[Distutils] PEP 517 - specifying build system in pyproject.toml

Paul Moore p.f.moore at gmail.com
Mon May 22 15:53:02 EDT 2017

On 22 May 2017 at 18:38, Steve Dower <steve.dower at python.org> wrote:
> Okay, I think I get the problem now. We expect backends to let child
> subprocesses just spit out whatever *they* want onto the same stdout/stderr.


The paranoid in me suspects "expect" is also true, though :-)

> I'm really not a fan of forcing front ends to clean up that mess, and so I'd
> still suggest that the backend "tool" be a script to launch the actual tool
> and do the conversion to UTF-8.

What you're referring to as the backend "tool" being a script, is what
the PEP refers to as a "shim" (as Nick pointed out to me) and is
considered part of the front end. The back end is a set of Python APIs
which are called by the front end (in any real life front end, via the
front end's shim script).

> Perhaps the middle ground is to specify encoding='utf-8', errors='anything
> but strict' for front-ends, and well-behaved backends should do the work to
> transcode when it is known to be necessary for the tools they run. (i.e.
> frontends do not crash, backends have a simple rule for avoiding loss of
> data).

For front ends, "never crash" is essential. But "produce as readable
as possible data" is also a high priority. Consider for example a
Russian user with a series of directories named in Russian. If the
tools write an error using his local 8-bit encoding, and the front end
assumes UTF-8, then all of the high-bit characters in his directory
names would be replaced. Deciphering an error message like "File
???????/?????/?????.c: unexpected EOF" is problematic... :-(

The model assumes that most front-ends would call the backend via a
subprocess "shim" that was maintained by the front end project. But
the expectation here seems to be that the backend is allowed to write
directly to the stdio streams of its process (or at least, to let the
tools it calls do so). So the shim *cannot* control the encoding of
the data received by the frontend, and so the encoding has to be
agreed between backend and frontend. The basic question is how the
responsibility for dealing with data in an uncertain encoding is

It seems to me there are 2 schools of thought:

1. There are likely to be fewer front ends than back ends, and so the
front end(s) (basically, pip) should deal with the problem. Also,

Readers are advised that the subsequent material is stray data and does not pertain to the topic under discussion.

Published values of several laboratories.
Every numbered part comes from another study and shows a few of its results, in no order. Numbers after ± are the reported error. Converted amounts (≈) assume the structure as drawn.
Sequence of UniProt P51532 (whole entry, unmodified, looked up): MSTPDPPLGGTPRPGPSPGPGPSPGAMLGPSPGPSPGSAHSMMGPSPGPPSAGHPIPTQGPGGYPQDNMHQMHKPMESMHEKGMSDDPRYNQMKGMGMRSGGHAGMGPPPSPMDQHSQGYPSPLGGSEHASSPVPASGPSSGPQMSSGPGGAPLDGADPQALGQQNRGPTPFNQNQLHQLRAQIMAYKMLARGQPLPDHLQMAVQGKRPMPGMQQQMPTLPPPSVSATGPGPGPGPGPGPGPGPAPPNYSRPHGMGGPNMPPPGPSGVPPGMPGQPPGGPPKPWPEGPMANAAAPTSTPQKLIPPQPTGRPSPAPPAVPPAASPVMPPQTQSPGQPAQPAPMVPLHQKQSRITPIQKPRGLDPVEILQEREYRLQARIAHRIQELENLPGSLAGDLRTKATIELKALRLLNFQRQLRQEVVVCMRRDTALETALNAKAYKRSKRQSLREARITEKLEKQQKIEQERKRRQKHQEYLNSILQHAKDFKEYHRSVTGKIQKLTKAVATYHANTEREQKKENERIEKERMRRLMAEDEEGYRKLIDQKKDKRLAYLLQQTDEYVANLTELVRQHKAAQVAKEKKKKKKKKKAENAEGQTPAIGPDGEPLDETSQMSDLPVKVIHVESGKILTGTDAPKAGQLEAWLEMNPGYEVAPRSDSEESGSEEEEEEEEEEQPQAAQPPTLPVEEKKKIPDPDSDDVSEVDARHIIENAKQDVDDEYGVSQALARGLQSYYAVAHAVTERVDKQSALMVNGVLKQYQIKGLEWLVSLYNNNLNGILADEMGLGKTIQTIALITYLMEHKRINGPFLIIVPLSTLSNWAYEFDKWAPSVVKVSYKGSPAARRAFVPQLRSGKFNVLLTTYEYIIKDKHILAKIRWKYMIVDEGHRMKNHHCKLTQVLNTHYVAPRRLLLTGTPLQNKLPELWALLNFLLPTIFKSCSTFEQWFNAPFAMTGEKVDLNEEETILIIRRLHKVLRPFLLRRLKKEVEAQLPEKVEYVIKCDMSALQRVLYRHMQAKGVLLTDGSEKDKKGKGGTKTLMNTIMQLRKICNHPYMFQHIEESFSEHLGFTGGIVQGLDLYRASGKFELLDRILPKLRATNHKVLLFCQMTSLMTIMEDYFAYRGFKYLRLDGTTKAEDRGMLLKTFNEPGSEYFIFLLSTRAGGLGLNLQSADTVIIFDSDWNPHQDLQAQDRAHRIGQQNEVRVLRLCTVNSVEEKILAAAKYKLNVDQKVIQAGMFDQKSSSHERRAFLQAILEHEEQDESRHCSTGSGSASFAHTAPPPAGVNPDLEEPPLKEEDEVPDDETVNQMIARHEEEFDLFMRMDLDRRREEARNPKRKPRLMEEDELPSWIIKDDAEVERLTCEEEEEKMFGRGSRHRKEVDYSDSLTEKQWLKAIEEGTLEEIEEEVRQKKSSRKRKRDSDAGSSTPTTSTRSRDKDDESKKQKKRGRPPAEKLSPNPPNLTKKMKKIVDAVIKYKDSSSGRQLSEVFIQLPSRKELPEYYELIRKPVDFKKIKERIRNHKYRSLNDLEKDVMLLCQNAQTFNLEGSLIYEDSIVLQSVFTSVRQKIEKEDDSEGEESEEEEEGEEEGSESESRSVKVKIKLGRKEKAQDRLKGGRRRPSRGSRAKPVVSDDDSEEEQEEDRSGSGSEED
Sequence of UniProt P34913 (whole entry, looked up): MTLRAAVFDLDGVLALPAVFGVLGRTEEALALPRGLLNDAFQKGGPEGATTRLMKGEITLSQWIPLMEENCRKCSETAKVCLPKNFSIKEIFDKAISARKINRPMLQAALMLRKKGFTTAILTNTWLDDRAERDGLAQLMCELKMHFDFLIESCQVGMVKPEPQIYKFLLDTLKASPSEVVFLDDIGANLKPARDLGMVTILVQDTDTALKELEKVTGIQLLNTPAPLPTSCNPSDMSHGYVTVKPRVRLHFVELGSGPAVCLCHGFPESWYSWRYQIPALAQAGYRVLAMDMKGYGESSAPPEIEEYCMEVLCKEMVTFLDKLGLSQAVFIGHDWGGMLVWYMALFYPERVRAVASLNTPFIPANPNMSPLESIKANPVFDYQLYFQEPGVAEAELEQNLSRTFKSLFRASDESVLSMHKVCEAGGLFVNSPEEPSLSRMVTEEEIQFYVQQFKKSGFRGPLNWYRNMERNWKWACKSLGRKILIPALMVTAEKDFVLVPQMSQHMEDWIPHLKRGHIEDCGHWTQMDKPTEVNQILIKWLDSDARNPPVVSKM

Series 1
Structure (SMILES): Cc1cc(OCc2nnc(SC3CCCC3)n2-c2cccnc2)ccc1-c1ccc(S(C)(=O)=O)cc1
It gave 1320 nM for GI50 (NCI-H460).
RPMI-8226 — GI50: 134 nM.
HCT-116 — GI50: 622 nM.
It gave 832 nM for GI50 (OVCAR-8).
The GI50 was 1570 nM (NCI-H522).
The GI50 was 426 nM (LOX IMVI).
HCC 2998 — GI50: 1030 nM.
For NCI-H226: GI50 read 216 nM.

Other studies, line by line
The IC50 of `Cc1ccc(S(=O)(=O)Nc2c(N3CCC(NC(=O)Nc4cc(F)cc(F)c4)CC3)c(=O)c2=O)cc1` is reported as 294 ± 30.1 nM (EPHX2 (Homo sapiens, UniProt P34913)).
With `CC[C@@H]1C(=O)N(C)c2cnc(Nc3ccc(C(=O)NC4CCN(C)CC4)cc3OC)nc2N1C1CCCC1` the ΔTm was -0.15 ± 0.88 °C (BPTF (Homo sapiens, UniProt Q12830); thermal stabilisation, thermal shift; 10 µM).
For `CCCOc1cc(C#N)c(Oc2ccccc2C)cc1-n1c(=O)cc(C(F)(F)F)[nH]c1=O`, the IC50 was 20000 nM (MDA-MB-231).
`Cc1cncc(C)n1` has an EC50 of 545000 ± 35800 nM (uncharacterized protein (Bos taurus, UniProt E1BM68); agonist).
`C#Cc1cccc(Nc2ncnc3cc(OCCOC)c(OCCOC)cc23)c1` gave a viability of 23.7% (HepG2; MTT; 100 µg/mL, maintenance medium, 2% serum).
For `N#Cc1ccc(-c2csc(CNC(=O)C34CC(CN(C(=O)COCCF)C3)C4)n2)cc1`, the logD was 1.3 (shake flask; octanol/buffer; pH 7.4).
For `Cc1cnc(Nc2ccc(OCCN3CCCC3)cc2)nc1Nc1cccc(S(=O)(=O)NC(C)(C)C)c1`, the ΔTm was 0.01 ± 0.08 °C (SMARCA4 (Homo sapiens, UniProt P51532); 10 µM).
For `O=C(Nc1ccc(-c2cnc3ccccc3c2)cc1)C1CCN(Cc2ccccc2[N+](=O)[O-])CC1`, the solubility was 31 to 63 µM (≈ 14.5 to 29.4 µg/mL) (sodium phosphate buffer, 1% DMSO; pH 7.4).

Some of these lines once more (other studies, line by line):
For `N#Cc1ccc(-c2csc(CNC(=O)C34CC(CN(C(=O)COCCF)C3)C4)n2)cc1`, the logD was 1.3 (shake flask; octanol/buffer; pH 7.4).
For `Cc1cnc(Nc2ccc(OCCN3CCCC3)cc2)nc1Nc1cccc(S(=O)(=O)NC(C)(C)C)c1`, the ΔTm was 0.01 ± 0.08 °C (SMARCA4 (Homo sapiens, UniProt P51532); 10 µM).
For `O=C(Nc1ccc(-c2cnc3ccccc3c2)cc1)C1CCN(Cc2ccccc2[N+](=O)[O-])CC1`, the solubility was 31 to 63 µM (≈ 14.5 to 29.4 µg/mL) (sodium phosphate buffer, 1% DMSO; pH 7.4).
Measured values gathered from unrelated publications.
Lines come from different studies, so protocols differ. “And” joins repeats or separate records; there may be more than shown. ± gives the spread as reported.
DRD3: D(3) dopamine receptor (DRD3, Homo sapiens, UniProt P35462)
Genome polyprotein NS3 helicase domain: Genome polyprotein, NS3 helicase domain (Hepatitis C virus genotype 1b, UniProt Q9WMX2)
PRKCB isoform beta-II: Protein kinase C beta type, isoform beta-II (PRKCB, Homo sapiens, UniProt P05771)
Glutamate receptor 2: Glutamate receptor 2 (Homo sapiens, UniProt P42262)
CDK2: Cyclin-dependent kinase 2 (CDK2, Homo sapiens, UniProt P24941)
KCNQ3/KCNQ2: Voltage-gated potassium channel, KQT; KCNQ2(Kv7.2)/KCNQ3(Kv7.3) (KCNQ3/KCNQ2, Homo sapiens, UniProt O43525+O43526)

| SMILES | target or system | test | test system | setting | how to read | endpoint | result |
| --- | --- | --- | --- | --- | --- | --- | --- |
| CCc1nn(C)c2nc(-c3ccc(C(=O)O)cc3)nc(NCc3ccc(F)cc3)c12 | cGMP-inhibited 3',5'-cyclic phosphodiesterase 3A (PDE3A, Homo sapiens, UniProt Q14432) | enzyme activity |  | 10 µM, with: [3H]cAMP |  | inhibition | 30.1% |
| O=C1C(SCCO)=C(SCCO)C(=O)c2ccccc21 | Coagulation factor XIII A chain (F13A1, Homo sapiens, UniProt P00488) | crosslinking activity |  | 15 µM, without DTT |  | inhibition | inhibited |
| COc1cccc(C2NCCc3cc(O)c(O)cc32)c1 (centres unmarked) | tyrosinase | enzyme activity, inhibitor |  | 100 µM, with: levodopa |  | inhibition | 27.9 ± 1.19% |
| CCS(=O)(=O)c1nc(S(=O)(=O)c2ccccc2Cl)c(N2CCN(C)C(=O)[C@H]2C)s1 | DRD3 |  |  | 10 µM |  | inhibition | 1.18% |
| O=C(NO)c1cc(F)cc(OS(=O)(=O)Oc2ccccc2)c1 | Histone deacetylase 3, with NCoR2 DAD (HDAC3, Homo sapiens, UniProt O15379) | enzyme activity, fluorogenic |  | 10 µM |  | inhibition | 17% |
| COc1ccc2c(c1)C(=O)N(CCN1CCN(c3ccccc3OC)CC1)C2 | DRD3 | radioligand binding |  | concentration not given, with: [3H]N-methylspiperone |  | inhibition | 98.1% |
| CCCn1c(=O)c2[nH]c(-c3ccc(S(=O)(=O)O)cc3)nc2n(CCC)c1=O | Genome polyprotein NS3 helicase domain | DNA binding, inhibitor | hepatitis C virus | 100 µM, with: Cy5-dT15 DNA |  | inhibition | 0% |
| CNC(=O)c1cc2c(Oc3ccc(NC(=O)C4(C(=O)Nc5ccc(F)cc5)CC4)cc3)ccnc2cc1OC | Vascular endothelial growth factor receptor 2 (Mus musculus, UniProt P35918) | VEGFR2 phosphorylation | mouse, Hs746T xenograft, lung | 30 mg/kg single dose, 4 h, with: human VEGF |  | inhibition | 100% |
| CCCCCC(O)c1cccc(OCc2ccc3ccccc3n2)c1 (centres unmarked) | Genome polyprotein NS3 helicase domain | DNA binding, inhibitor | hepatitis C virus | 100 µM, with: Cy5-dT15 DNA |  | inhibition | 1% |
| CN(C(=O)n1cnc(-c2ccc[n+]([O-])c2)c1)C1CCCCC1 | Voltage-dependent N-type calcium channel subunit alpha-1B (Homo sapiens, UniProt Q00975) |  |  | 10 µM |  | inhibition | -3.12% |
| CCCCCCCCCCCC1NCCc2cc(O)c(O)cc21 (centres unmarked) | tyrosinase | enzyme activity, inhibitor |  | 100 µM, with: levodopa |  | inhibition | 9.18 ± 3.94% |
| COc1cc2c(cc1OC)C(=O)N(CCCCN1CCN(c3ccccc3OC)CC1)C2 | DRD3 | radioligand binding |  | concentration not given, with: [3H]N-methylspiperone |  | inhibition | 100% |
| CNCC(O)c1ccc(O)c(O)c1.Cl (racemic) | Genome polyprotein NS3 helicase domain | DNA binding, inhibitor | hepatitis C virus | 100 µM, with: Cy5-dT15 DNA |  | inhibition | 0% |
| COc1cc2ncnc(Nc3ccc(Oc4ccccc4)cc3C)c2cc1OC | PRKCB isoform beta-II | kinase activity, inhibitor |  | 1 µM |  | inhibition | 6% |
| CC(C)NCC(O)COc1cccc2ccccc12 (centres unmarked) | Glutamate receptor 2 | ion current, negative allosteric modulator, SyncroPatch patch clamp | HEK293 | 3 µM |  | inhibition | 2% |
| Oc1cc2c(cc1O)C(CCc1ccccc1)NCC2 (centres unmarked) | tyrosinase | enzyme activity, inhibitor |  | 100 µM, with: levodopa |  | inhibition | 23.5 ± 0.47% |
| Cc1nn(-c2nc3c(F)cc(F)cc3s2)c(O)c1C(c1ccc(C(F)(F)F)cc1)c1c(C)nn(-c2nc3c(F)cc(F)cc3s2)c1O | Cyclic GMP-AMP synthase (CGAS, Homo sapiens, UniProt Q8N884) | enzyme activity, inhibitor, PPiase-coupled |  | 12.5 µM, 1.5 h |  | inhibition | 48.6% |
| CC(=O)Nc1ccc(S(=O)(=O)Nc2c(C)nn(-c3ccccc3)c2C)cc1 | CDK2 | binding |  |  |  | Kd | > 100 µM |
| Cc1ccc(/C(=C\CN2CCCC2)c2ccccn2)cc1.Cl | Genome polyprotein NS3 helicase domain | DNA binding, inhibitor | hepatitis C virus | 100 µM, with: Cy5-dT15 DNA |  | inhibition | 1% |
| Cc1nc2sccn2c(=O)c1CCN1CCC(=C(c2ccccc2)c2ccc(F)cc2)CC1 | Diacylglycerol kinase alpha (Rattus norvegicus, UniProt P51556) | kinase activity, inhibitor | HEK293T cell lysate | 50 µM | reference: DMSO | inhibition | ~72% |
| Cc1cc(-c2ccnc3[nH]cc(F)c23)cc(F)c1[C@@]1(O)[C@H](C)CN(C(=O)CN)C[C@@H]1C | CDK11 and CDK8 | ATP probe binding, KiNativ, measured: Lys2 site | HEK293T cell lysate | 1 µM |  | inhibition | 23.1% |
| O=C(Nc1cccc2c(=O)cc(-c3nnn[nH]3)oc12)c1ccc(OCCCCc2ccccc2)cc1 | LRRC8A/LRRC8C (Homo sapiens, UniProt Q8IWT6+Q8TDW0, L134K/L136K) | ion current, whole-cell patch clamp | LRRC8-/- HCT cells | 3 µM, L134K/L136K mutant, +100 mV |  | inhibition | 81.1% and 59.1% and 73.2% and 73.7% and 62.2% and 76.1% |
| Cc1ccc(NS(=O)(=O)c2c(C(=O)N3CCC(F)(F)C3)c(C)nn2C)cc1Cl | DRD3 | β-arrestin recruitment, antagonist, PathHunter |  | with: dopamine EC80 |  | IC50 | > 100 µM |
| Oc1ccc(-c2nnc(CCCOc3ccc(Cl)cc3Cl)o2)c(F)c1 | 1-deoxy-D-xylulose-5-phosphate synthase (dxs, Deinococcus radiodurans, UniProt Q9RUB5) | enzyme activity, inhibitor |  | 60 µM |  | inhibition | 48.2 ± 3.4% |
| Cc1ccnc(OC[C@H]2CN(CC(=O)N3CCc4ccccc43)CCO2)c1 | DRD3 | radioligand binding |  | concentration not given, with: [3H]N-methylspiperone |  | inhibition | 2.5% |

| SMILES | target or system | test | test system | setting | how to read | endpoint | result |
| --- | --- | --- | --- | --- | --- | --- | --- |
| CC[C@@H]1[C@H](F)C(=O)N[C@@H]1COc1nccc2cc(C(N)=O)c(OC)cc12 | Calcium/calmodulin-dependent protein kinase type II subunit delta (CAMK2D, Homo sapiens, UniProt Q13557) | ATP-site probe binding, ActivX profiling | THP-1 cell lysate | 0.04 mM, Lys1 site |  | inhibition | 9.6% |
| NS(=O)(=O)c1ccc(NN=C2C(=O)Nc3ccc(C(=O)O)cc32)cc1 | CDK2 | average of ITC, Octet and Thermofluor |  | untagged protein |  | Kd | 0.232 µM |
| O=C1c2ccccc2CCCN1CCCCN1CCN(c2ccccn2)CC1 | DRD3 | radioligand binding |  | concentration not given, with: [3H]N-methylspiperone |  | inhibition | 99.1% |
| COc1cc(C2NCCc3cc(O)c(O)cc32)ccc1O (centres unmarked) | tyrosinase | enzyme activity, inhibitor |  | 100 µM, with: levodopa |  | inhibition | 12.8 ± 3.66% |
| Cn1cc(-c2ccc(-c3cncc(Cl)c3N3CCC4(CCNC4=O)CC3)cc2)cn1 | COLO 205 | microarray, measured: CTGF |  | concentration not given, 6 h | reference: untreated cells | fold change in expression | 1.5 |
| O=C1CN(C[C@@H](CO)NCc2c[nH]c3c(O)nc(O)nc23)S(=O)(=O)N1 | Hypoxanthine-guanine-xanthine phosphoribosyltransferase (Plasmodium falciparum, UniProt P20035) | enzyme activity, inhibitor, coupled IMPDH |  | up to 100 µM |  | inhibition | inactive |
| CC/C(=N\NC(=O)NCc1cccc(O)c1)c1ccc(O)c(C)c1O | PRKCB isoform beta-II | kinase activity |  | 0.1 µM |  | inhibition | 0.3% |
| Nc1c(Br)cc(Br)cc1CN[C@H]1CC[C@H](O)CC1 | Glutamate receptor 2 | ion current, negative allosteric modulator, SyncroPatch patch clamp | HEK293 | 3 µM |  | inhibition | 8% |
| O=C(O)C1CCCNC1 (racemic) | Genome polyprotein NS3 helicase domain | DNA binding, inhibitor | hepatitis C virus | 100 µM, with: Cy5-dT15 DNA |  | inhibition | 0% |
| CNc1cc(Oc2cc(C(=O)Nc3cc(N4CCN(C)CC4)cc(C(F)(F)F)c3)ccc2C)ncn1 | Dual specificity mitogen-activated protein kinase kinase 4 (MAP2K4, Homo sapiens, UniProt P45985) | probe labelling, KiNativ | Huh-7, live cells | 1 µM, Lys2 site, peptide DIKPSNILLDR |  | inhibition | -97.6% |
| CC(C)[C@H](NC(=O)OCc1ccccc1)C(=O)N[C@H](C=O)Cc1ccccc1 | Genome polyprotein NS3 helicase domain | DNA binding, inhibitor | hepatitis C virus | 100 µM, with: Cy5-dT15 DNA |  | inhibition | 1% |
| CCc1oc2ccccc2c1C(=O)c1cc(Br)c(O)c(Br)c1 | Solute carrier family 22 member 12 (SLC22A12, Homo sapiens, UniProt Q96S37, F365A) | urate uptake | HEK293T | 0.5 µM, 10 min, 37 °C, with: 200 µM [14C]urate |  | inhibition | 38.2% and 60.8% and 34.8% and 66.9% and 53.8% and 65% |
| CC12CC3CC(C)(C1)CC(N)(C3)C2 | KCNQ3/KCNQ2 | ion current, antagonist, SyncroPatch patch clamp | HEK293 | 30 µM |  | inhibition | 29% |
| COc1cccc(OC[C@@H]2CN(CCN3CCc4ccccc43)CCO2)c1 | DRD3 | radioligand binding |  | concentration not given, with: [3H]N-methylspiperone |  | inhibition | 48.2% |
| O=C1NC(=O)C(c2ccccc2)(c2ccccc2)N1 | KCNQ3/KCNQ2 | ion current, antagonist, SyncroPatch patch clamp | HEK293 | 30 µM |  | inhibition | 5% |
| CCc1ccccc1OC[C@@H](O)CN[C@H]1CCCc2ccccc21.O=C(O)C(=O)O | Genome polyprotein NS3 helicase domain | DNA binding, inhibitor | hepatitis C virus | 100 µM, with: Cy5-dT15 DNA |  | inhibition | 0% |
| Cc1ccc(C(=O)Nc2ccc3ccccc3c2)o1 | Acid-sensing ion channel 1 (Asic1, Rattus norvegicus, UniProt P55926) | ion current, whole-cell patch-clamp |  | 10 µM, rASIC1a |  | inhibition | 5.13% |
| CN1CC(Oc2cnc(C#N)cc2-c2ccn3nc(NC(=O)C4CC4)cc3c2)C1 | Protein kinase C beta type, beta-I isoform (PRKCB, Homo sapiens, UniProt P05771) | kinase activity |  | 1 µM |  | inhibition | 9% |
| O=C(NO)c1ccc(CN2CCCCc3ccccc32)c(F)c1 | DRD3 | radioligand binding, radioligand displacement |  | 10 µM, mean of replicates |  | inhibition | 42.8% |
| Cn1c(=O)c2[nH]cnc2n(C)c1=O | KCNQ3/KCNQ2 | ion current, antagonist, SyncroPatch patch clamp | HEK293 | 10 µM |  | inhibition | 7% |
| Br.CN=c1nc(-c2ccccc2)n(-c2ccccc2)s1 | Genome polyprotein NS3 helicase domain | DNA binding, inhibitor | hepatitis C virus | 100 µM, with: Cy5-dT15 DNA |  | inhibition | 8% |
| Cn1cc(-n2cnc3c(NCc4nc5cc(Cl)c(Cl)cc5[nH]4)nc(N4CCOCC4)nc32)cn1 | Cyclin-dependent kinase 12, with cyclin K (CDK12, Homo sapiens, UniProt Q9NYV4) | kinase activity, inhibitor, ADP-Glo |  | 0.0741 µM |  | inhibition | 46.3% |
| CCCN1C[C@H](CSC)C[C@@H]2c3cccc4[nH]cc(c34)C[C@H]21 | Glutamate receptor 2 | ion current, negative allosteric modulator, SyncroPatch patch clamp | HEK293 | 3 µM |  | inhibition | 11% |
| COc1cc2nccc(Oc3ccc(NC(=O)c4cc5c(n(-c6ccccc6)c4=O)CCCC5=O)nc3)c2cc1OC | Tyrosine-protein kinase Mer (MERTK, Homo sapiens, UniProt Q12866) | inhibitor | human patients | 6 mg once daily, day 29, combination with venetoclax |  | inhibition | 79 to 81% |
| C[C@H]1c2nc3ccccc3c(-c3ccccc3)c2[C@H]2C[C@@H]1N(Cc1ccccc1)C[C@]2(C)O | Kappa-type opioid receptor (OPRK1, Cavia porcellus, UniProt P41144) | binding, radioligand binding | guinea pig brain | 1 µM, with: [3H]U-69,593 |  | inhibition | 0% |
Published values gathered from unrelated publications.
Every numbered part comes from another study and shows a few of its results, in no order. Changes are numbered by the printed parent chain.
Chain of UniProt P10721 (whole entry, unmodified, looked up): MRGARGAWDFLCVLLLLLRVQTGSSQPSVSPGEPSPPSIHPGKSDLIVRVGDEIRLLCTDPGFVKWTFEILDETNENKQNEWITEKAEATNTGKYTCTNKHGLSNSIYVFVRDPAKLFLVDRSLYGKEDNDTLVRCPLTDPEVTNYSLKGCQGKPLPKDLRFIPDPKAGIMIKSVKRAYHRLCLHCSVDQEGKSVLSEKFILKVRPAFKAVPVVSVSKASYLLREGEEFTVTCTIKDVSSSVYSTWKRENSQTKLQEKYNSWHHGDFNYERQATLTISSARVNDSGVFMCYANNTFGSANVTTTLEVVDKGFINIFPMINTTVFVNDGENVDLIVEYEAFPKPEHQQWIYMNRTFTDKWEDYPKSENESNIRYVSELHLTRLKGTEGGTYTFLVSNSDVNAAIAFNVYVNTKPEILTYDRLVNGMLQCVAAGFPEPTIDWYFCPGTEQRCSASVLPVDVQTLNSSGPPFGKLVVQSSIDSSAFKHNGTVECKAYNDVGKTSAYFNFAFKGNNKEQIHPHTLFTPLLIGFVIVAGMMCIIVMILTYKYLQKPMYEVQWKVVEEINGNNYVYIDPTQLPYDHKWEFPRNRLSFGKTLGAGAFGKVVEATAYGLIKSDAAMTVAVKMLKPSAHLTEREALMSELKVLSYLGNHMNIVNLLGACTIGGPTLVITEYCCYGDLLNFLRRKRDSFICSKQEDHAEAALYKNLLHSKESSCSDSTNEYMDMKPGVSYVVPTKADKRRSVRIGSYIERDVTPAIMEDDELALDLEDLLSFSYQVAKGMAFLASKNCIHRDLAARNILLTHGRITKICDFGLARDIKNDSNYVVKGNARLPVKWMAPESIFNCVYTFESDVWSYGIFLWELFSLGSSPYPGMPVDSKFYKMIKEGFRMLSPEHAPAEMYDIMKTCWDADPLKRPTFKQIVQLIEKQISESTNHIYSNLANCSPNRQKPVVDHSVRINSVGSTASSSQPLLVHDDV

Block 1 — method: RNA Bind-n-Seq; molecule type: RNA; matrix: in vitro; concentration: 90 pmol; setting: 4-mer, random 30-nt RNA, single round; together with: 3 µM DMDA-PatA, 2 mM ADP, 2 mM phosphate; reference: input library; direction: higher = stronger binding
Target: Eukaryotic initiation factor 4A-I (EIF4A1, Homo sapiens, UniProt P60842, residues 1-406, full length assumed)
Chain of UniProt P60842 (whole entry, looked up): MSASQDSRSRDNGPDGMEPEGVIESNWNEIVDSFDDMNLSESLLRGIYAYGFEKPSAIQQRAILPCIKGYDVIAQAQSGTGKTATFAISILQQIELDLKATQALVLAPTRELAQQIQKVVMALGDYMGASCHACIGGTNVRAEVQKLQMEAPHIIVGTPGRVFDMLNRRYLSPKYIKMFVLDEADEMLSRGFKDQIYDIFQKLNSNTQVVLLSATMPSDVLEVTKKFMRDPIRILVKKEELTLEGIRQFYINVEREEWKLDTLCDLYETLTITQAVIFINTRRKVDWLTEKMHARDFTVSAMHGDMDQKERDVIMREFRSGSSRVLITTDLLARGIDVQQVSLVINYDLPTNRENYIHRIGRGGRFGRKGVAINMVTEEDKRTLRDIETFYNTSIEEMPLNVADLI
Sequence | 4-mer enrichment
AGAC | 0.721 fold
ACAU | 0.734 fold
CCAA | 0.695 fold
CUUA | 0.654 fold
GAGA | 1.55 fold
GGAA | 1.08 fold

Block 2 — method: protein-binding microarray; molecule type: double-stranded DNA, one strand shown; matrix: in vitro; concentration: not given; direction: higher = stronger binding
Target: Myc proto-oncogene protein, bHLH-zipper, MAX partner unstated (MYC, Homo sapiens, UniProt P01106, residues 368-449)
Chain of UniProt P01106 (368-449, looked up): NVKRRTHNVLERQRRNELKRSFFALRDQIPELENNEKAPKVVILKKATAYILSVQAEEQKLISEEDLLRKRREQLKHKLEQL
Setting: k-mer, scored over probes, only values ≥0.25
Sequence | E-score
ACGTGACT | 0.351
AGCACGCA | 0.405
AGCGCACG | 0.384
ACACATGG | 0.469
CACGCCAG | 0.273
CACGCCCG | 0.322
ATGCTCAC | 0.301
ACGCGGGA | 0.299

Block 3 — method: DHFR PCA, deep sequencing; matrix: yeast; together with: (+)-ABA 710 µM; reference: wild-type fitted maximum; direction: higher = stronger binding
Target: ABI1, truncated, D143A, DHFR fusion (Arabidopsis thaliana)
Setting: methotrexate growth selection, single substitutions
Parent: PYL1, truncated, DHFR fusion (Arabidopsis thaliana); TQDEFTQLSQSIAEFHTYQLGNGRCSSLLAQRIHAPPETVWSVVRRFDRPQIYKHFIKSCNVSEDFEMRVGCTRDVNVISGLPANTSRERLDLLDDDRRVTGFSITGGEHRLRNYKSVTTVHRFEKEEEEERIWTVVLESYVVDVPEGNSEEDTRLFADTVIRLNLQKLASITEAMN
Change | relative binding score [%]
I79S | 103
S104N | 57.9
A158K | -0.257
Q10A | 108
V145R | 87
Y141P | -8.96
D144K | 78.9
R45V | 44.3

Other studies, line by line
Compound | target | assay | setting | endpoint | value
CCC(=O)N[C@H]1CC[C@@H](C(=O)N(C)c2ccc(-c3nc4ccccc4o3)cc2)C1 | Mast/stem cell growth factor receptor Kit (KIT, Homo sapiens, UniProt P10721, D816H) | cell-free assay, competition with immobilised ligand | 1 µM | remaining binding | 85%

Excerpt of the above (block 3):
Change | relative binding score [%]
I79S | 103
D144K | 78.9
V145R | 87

backends are more likely to be written by developers who are looking
at very specific scenarios, and asking them to handle all the
complexities of robust multilingual coding is raising the bar on
writing a backend too high.

2. The backend is where the problem lies, and so the backend should
address the issue. Furthermore, a well-established principle in
dealing with encodings is to convert to strings right at the boundary
of the application, and in this case the backend is the only code that
has access to that boundary.

(I tend towards (2), but I honestly can't say to what extent that's
because it makes it "someone else's problem" for me ;-))

As you say, the middle ground here is that front ends must never
crash, and back ends should (but aren't required to) produce output in
a specified encoding (I still prefer the locale encoding as that has
the best chance of avoiding the ????/???? issue). That's more or less
what pip has to deal with now (and not that far off (1)), and my
current attempt to address that situation is at
https://github.com/pypa/pip/pull/4486 for what it's worth.

A couple of final thoughts. I would expect that testing the handling
of encodings is likely to be an important issue (at least, I expect
there'll be bugs, and adding tests to make sure they get properly
fixed will be important). Handling tool output encoding in the backend
is likely to involve relatively low level interface functions, where
the inputs and outputs can be relatively easily mocked. So I would
expect backend unit testing of encoding handling would be relatively
straightforward. Conversely, testing front end handling of encoding
issues is very tricky - it's necessary to set up system state to
persuade the build tools to produce the data you want to test against
(it feels like integration testing rather than unit testing). Also,
fixing encoding issues in the backend decouples the fix from pip's
release cycle, which is probably a good thing (unless the backend is
not well maintained, but that's an issue in itself).


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